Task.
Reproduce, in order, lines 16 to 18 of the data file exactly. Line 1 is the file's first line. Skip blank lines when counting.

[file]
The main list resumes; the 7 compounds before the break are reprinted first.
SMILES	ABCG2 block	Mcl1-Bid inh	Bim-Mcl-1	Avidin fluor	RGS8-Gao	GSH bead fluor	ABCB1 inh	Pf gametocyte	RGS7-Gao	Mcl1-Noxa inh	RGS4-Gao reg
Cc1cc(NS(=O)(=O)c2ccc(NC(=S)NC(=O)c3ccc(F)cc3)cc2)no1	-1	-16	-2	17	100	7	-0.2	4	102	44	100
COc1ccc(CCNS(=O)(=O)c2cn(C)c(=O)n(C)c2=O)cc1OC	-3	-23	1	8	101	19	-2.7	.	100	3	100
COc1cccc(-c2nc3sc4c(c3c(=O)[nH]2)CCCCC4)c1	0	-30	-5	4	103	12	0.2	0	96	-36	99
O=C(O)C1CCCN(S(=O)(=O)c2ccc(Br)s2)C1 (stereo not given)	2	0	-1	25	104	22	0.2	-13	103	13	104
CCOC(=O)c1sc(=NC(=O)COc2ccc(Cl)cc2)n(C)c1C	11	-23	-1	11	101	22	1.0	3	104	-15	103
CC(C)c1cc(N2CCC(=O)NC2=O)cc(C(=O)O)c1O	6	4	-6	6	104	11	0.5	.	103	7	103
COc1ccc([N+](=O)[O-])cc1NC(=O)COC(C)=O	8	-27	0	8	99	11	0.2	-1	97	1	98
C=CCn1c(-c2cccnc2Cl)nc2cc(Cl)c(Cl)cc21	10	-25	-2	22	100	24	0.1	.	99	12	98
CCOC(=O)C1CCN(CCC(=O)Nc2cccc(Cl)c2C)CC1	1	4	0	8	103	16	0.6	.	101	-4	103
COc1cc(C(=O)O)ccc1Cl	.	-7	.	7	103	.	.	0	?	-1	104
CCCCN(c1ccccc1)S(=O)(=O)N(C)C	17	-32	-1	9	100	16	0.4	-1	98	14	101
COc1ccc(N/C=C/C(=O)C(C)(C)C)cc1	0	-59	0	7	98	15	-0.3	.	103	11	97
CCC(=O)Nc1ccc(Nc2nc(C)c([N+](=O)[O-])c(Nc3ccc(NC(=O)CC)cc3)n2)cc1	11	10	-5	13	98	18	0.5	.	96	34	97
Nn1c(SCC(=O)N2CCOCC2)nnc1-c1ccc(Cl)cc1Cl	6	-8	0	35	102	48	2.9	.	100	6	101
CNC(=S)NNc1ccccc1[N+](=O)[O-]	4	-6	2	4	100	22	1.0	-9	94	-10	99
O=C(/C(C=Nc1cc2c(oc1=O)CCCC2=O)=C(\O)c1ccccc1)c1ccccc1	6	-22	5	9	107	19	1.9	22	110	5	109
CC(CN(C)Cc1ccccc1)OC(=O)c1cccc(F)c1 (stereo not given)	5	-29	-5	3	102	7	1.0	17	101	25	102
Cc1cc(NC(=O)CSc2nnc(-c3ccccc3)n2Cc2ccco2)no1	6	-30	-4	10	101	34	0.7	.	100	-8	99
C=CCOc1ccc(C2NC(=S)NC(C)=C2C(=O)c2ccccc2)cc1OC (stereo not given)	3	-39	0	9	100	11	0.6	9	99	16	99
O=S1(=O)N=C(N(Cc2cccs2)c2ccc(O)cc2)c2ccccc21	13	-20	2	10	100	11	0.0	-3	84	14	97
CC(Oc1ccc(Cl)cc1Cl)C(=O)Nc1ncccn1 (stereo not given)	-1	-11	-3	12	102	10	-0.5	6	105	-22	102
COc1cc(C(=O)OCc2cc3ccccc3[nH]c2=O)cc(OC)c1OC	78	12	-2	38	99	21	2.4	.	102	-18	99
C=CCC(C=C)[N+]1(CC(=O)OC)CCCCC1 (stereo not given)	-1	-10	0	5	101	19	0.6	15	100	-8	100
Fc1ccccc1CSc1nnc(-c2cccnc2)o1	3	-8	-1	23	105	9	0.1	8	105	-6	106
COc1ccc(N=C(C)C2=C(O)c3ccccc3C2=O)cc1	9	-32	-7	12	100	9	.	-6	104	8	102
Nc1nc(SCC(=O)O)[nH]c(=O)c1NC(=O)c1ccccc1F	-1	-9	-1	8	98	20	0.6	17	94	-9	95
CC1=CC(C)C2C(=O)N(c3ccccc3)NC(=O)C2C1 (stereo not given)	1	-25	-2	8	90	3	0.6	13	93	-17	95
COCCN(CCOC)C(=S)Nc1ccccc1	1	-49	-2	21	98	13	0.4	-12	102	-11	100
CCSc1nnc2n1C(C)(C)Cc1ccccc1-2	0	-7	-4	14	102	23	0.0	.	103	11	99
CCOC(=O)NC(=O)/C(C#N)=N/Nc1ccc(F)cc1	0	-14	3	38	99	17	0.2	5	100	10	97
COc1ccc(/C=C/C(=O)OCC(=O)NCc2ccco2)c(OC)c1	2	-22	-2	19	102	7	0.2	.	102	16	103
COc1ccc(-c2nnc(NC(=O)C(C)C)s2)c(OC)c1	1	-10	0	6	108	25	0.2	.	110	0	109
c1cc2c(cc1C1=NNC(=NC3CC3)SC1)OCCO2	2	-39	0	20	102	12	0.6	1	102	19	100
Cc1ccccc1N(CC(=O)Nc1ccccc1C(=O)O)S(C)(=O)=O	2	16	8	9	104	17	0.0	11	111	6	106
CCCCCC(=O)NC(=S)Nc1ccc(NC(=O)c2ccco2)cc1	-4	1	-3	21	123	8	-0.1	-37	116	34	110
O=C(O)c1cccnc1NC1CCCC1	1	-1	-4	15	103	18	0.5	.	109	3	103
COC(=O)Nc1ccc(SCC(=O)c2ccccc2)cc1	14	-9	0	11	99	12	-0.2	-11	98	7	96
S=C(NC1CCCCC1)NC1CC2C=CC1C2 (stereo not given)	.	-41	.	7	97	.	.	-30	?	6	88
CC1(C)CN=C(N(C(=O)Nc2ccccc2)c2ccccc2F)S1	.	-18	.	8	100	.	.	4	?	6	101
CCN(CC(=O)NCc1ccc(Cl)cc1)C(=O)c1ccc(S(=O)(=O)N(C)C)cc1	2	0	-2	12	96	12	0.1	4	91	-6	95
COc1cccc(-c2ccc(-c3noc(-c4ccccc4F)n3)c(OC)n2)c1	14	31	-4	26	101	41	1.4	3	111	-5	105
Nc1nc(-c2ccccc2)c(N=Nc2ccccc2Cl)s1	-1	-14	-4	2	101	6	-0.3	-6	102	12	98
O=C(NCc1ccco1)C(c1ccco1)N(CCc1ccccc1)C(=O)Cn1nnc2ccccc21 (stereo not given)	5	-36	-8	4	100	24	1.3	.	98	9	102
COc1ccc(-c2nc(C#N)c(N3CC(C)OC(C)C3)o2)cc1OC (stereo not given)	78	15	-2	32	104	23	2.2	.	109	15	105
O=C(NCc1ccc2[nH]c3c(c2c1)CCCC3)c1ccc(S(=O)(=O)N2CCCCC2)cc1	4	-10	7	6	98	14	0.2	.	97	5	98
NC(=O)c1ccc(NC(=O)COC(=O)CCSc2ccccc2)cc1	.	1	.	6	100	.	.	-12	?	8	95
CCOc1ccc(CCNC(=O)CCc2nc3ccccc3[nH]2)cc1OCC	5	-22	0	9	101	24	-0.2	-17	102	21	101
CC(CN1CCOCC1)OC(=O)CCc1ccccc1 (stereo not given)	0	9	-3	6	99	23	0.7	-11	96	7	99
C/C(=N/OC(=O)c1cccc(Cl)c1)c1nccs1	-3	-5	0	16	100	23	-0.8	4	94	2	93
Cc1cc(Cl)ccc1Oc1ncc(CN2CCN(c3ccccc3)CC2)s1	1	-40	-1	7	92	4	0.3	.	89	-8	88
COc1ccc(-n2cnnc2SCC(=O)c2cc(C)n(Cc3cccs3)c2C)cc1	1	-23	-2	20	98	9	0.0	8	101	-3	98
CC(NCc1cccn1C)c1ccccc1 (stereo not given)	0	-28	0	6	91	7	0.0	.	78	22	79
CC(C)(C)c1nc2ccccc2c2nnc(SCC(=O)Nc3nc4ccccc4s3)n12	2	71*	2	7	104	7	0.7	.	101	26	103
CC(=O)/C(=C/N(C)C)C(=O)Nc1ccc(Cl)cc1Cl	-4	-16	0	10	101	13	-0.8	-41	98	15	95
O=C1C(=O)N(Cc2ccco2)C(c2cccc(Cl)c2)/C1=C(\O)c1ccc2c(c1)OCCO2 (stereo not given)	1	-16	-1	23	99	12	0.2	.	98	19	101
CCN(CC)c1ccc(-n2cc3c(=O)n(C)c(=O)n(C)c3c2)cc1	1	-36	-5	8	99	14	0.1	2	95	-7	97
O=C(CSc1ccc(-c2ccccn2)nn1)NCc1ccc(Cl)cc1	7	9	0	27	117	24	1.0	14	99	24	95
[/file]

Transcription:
Nn1c(SCC(=O)N2CCOCC2)nnc1-c1ccc(Cl)cc1Cl	6	-8	0	35	102	48	2.9	.	100	6	101
CNC(=S)NNc1ccccc1[N+](=O)[O-]	4	-6	2	4	100	22	1.0	-9	94	-10	99
O=C(/C(C=Nc1cc2c(oc1=O)CCCC2=O)=C(\O)c1ccccc1)c1ccccc1	6	-22	5	9	107	19	1.9	22	110	5	109